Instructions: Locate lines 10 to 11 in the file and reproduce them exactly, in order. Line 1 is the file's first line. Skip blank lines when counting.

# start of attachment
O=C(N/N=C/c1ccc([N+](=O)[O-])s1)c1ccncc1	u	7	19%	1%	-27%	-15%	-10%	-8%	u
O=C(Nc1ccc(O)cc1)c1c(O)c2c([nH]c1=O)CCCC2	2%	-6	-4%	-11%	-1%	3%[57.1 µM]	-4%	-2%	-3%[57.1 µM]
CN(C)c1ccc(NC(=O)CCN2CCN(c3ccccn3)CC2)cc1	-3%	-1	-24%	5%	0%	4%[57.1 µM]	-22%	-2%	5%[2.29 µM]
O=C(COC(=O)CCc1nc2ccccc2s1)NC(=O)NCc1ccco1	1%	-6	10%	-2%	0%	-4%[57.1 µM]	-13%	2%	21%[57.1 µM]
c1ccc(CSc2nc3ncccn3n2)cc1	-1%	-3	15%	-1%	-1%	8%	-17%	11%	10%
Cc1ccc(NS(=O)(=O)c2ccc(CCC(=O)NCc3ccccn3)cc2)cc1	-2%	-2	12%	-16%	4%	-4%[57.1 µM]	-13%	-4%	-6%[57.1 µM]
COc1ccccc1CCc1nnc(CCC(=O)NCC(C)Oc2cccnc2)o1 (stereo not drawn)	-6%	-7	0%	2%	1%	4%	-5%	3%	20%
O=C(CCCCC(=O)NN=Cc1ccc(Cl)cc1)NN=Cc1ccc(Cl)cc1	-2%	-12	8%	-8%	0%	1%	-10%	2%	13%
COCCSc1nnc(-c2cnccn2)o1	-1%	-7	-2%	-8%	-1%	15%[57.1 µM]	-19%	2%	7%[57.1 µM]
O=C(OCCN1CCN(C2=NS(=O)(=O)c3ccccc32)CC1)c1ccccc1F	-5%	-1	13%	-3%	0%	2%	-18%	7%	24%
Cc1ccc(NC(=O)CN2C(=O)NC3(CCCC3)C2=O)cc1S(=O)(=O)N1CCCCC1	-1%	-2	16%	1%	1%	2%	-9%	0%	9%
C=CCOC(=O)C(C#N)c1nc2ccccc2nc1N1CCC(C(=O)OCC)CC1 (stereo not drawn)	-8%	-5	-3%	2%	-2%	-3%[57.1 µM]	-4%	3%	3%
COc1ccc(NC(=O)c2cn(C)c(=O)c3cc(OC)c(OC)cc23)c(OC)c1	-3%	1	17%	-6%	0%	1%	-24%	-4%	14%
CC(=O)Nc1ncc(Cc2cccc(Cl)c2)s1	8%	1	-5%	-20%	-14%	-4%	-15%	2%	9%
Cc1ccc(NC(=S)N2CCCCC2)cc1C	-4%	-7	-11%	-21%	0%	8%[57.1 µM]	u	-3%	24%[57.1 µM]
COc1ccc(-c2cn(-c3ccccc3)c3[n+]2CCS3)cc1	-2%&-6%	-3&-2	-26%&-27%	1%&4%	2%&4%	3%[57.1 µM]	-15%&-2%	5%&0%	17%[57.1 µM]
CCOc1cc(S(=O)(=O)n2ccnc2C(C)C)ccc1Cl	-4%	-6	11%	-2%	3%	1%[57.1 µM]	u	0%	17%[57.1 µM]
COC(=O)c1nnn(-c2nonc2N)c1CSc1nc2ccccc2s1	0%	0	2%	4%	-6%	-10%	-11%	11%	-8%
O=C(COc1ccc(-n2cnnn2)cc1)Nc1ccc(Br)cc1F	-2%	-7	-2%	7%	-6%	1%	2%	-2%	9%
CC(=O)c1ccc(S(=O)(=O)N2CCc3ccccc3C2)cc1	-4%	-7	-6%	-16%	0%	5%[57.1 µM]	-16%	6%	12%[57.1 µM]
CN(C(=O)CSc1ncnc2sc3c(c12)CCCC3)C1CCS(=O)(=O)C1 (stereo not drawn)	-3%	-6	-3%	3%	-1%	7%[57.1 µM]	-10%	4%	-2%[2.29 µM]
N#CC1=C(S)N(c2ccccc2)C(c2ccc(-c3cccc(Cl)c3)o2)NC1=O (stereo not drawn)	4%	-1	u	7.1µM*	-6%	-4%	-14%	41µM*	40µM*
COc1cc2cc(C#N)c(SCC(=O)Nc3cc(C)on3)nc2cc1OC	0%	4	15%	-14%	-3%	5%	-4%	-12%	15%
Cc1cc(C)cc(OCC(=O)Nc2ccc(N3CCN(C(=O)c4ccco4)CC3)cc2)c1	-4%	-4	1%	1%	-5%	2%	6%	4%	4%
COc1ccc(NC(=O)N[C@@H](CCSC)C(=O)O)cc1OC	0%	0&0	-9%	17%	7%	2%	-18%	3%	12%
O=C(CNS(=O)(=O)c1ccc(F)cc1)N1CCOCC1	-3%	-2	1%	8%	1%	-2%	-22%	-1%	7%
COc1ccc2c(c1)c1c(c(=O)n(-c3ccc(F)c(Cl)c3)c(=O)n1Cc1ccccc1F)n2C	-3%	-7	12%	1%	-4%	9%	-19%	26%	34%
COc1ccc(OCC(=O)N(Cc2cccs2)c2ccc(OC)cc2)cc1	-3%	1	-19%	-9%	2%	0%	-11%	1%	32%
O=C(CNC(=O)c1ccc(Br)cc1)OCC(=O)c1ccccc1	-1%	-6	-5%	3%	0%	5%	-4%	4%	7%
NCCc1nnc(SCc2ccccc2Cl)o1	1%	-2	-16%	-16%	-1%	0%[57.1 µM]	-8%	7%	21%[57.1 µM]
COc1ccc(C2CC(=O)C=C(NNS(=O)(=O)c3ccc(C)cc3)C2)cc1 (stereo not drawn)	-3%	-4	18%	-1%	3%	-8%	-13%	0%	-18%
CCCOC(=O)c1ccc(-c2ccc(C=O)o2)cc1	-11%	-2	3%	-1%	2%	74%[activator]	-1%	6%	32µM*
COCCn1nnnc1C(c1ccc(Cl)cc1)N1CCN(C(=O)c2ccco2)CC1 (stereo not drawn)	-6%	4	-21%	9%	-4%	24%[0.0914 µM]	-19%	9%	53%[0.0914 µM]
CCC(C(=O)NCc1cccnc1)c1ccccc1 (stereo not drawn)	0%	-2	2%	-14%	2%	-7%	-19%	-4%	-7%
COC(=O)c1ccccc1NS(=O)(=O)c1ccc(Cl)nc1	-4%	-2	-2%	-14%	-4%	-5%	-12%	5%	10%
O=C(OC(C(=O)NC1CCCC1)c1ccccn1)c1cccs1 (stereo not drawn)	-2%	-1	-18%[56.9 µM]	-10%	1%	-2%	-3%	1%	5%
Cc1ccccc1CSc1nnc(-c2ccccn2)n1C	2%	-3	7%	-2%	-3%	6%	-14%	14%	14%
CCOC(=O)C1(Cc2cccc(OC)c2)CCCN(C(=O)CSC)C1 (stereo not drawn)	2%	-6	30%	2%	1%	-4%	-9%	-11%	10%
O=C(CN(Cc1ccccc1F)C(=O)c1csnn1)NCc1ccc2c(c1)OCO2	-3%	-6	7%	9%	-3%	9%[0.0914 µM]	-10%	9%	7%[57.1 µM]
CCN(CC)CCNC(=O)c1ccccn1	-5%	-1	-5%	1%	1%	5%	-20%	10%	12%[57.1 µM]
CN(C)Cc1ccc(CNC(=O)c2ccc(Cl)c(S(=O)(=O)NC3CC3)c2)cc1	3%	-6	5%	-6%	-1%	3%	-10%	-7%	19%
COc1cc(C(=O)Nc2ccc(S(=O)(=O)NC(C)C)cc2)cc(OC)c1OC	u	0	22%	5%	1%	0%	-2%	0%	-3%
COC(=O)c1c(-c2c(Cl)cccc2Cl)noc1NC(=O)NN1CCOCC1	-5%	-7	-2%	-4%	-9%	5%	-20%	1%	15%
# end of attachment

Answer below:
O=C(OCCN1CCN(C2=NS(=O)(=O)c3ccccc32)CC1)c1ccccc1F	-5%	-1	13%	-3%	0%	2%	-18%	7%	24%
Cc1ccc(NC(=O)CN2C(=O)NC3(CCCC3)C2=O)cc1S(=O)(=O)N1CCCCC1	-1%	-2	16%	1%	1%	2%	-9%	0%	9%